Then Copyright Happened. 

As technology property rights is very important to me, I discussed this area of policy across party lines and started to meet members of parliament. I came to realize I had as much in common with some of those MPs as I did with some of my fellow Green Party members.  There were MPs in the same parties I had strong disagreements with, and there were strong disagreements within the Green Party.  My experiences from this area of policy made me realize that party affiliation was not an important determination of what policy persons and politicians I could work with and those I could not.

That brings me to today.  When I vote, I vote for the person who can best represent my values.  Provincially that is sometimes a person nominated by the Green Party, and sometimes not.  Federally I have felt that David McGuinty is the most (lower-case) green thinking candidate in the district I moved to in 2003, and I vote for him despite having absolutely no trust in the Liberal Party of Canada (or its various leaders other than St├ęphane Dion).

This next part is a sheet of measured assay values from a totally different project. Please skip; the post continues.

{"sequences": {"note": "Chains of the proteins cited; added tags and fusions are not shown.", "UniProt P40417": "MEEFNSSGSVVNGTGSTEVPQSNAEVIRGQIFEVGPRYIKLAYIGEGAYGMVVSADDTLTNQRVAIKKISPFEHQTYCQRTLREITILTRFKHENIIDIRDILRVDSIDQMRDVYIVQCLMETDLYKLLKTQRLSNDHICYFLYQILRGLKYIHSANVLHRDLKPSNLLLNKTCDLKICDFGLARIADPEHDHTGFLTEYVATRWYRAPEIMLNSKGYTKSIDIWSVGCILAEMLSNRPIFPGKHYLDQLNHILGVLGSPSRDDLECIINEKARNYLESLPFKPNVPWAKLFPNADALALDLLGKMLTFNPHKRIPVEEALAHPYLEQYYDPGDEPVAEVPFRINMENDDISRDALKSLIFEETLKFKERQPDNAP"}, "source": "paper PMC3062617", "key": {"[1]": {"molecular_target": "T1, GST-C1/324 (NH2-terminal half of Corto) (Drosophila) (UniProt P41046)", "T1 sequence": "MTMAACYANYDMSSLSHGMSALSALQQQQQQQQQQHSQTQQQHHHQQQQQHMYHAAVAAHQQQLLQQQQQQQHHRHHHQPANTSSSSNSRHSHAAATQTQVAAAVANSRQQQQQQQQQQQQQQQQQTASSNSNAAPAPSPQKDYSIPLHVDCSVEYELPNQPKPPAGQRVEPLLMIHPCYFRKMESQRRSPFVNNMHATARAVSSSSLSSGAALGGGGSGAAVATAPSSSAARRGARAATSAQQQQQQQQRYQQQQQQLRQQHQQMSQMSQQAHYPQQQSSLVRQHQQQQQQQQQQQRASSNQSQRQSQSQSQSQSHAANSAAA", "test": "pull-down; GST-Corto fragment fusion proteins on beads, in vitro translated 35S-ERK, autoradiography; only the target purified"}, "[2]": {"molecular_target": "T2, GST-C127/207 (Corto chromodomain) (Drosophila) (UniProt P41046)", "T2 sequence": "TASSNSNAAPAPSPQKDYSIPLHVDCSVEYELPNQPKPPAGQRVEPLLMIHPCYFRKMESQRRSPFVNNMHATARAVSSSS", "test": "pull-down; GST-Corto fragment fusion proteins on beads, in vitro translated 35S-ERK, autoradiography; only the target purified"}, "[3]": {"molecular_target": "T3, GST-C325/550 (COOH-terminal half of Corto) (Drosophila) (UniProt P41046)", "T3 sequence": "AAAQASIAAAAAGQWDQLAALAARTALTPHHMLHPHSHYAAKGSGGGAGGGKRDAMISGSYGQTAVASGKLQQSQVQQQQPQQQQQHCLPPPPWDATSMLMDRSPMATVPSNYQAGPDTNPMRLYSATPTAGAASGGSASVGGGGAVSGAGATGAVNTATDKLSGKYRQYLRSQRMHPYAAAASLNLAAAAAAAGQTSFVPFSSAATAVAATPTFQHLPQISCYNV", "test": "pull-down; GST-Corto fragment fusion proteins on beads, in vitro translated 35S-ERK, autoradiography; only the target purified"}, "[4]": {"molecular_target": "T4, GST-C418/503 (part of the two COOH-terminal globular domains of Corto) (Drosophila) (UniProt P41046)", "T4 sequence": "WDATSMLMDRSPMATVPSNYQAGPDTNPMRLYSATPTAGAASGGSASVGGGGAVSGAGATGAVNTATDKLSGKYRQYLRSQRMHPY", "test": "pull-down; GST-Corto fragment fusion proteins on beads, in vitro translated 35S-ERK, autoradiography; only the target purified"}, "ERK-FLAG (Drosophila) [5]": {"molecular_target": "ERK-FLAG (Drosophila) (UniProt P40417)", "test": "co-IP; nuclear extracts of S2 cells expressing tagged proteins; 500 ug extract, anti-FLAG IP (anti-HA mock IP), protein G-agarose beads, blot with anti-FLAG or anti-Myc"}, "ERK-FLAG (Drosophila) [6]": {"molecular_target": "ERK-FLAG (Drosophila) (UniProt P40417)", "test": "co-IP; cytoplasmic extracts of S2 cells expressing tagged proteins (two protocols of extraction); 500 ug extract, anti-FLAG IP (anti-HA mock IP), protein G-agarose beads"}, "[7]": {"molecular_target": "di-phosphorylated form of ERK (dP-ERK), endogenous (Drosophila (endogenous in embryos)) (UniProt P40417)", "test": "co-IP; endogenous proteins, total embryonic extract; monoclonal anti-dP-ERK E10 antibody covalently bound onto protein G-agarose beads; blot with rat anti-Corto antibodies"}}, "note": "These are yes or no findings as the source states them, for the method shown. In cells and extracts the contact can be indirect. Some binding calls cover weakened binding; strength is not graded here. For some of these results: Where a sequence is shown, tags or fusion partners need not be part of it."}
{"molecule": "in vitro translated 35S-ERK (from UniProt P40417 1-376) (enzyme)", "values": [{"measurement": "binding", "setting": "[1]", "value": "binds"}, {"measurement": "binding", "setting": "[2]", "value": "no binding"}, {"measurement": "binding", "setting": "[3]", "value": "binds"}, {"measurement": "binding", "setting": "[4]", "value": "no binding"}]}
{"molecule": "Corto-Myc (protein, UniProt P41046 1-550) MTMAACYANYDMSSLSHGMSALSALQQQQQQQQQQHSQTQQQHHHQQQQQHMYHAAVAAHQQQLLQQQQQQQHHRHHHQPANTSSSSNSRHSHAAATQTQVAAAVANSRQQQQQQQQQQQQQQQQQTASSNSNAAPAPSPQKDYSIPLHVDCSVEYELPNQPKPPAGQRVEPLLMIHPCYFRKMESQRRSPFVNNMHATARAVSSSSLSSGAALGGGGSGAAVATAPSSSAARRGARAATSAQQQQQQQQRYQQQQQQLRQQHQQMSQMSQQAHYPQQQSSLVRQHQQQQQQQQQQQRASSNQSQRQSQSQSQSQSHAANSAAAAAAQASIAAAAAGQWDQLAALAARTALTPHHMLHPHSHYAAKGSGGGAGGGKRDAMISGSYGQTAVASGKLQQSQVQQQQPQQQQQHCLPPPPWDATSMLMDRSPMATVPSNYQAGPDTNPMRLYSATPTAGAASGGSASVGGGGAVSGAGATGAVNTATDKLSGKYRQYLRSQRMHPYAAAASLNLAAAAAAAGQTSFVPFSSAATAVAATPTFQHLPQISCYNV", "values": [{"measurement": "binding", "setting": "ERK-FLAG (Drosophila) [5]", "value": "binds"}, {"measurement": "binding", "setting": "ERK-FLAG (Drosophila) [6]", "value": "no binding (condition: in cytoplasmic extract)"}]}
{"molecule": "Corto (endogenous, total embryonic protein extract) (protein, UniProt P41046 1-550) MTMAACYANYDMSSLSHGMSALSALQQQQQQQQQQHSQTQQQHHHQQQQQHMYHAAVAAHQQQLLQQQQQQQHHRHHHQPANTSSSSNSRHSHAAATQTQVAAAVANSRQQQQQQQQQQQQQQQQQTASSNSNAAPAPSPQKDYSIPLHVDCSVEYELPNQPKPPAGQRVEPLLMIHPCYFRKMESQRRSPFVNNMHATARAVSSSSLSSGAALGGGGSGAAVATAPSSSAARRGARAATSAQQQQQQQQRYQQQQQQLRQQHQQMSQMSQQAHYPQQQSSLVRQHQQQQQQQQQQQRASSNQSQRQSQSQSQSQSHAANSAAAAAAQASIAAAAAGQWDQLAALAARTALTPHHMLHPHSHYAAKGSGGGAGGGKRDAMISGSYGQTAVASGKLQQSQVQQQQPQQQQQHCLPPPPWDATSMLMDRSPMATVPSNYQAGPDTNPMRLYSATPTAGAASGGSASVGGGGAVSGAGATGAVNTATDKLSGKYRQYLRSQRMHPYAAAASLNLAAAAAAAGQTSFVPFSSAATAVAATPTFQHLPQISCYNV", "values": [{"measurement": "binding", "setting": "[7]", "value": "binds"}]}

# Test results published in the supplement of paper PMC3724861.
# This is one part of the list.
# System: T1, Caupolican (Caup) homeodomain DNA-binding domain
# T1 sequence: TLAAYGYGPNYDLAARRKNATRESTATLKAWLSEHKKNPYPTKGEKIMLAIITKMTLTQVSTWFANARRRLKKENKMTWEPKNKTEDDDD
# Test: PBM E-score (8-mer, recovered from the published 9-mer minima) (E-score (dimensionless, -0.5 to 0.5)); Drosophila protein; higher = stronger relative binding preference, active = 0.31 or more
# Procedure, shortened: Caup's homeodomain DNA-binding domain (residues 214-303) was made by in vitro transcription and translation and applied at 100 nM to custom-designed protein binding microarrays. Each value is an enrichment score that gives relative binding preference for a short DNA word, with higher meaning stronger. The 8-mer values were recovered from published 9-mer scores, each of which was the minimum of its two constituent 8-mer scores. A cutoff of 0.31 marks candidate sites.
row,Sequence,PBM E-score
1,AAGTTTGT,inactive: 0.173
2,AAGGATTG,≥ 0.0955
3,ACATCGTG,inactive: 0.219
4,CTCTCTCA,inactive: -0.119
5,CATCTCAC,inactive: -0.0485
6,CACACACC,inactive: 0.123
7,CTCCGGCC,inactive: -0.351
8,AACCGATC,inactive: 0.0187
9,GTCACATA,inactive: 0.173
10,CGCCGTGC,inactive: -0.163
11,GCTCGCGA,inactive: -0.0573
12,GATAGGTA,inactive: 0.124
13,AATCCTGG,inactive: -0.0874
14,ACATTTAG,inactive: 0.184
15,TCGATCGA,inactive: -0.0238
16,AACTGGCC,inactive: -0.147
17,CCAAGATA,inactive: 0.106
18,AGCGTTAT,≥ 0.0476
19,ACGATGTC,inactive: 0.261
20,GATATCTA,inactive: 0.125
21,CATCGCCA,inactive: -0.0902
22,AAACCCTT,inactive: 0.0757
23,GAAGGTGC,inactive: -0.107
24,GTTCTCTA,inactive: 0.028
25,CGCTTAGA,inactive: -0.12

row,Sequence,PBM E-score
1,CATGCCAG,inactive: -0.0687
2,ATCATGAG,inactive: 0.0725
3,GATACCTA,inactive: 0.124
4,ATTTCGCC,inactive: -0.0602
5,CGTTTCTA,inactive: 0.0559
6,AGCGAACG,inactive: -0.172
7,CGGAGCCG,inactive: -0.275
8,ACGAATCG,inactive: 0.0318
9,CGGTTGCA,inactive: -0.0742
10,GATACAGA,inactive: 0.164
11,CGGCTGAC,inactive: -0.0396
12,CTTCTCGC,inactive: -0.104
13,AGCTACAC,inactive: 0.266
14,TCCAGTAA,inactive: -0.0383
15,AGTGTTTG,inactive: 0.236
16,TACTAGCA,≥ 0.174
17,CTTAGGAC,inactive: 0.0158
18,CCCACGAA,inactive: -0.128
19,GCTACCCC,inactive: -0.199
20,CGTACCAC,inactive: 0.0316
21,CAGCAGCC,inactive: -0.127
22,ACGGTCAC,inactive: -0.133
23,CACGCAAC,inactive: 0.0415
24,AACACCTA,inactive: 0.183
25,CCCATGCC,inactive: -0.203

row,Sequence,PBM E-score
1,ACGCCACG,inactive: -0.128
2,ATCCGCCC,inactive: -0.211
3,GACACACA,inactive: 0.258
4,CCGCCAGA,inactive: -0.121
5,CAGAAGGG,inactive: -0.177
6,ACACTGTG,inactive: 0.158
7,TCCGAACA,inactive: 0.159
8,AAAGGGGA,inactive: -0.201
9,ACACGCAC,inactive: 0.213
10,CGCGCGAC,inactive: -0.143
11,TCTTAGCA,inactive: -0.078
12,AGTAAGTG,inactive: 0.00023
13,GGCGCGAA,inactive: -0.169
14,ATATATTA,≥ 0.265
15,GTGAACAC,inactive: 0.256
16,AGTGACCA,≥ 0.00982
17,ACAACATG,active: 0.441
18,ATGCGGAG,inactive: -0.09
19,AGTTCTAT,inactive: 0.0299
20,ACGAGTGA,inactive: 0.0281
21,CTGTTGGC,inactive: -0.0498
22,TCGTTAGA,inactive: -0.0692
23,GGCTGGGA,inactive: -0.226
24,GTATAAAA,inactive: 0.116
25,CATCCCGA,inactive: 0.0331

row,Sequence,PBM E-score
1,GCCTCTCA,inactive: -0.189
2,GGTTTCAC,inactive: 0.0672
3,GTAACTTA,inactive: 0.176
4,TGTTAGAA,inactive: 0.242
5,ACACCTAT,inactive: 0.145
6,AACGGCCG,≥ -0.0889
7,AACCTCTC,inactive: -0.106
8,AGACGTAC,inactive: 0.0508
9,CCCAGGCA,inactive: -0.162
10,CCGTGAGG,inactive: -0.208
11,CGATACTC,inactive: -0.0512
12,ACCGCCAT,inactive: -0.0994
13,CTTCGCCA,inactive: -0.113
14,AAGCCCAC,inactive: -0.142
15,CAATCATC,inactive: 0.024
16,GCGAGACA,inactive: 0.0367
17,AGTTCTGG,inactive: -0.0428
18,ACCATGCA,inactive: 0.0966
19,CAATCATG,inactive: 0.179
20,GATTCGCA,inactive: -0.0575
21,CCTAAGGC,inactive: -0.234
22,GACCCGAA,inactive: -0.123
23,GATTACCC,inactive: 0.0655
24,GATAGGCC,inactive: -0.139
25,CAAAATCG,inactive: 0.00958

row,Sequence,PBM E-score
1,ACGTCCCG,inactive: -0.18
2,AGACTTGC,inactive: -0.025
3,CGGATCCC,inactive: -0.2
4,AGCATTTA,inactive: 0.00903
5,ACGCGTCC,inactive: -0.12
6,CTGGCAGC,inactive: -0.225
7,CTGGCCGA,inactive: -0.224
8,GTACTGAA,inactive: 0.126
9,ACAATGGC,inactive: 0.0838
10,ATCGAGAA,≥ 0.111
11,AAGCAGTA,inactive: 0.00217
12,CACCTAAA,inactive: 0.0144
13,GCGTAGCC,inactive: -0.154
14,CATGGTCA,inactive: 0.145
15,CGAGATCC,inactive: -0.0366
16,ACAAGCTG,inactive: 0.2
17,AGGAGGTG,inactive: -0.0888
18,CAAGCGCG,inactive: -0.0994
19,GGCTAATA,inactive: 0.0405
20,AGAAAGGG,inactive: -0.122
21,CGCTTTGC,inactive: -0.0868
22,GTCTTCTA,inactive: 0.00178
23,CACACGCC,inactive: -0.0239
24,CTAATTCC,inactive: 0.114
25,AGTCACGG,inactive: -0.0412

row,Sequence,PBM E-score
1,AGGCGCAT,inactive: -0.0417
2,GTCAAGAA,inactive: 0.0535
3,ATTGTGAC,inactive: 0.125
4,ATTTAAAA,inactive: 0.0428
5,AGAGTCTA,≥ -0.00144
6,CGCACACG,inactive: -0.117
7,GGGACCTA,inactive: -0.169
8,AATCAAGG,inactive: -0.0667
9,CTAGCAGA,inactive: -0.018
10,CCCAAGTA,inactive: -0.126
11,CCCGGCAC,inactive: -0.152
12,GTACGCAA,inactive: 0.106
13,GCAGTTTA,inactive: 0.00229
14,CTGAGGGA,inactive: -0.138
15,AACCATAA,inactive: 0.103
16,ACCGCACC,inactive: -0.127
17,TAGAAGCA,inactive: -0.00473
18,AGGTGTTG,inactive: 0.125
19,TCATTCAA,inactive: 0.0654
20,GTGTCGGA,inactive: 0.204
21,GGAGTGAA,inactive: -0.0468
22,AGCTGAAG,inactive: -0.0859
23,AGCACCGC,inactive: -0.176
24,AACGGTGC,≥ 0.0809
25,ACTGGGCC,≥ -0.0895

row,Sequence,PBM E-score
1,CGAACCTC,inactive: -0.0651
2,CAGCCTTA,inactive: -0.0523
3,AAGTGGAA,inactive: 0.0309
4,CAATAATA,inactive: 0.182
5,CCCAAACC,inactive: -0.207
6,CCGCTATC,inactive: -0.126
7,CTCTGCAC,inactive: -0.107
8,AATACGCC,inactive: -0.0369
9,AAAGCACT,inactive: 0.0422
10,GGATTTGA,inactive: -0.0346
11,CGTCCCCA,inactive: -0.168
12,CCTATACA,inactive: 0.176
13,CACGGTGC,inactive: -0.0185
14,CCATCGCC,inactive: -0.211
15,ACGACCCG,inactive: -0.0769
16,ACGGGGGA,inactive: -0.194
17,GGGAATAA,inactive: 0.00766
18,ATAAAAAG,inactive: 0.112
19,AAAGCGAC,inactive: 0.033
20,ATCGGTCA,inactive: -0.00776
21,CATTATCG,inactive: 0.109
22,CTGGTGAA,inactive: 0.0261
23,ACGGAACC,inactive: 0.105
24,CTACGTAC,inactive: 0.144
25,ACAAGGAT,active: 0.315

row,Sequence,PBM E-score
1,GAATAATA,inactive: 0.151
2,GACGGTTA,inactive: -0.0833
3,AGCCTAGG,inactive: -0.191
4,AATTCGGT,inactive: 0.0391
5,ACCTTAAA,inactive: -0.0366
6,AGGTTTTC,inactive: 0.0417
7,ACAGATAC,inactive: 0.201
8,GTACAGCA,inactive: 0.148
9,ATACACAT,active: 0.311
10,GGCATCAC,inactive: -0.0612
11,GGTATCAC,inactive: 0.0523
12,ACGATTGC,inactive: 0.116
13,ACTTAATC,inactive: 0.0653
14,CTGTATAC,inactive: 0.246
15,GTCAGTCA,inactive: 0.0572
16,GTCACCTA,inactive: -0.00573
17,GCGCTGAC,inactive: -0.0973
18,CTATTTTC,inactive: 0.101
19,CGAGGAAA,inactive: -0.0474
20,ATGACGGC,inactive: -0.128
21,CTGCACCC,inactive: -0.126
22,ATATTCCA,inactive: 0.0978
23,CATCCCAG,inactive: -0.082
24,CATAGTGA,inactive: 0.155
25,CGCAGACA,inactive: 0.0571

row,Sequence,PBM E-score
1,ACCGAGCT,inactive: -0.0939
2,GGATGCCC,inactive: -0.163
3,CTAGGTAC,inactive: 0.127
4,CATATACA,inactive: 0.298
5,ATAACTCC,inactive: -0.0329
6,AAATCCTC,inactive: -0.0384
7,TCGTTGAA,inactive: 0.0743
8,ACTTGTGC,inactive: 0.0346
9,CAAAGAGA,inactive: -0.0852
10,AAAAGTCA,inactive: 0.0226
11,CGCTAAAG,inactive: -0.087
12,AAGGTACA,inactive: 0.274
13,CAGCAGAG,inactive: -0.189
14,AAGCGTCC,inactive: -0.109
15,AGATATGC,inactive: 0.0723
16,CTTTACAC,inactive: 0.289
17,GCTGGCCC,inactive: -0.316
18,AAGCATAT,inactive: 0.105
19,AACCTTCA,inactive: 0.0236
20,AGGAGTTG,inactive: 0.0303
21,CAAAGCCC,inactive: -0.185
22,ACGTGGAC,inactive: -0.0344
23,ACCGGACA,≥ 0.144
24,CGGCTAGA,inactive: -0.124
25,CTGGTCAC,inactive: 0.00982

While the leader is only one person among many, they set the tone and help recruit like-minded candidates.  As much as Elizabeth May has repeated current green party policy that she is only the primary spokesperson of the party, not in control of it (and can't whip votes), she has put a major stamp on the party and what candidates will run.

I don't know how things will change.  Federally I obviously supported Chris Bradshaw as he was a close personal friend before and after his interm leadership roll.  I never got to know Jim Harris I was spending far more time on technology law than party politics during his time.  I was happy to see the organization grow, partly as organizers and supporters of the historical federal Progressive Conservative party went different ways with the merger/takeover of the PC party by the Reform/Alliance party.

I've not had personal conversations with Elizabeth May, and have mixed feelings about the policies she puts forward even if I am far more supportive than I was of Joan Russow.  I expressed some of these concerns in a posting during the election.

That said, I am very grateful for Elizabeth May's ongoing work with the greens and for her constituents in public life.

My hope for the future leader: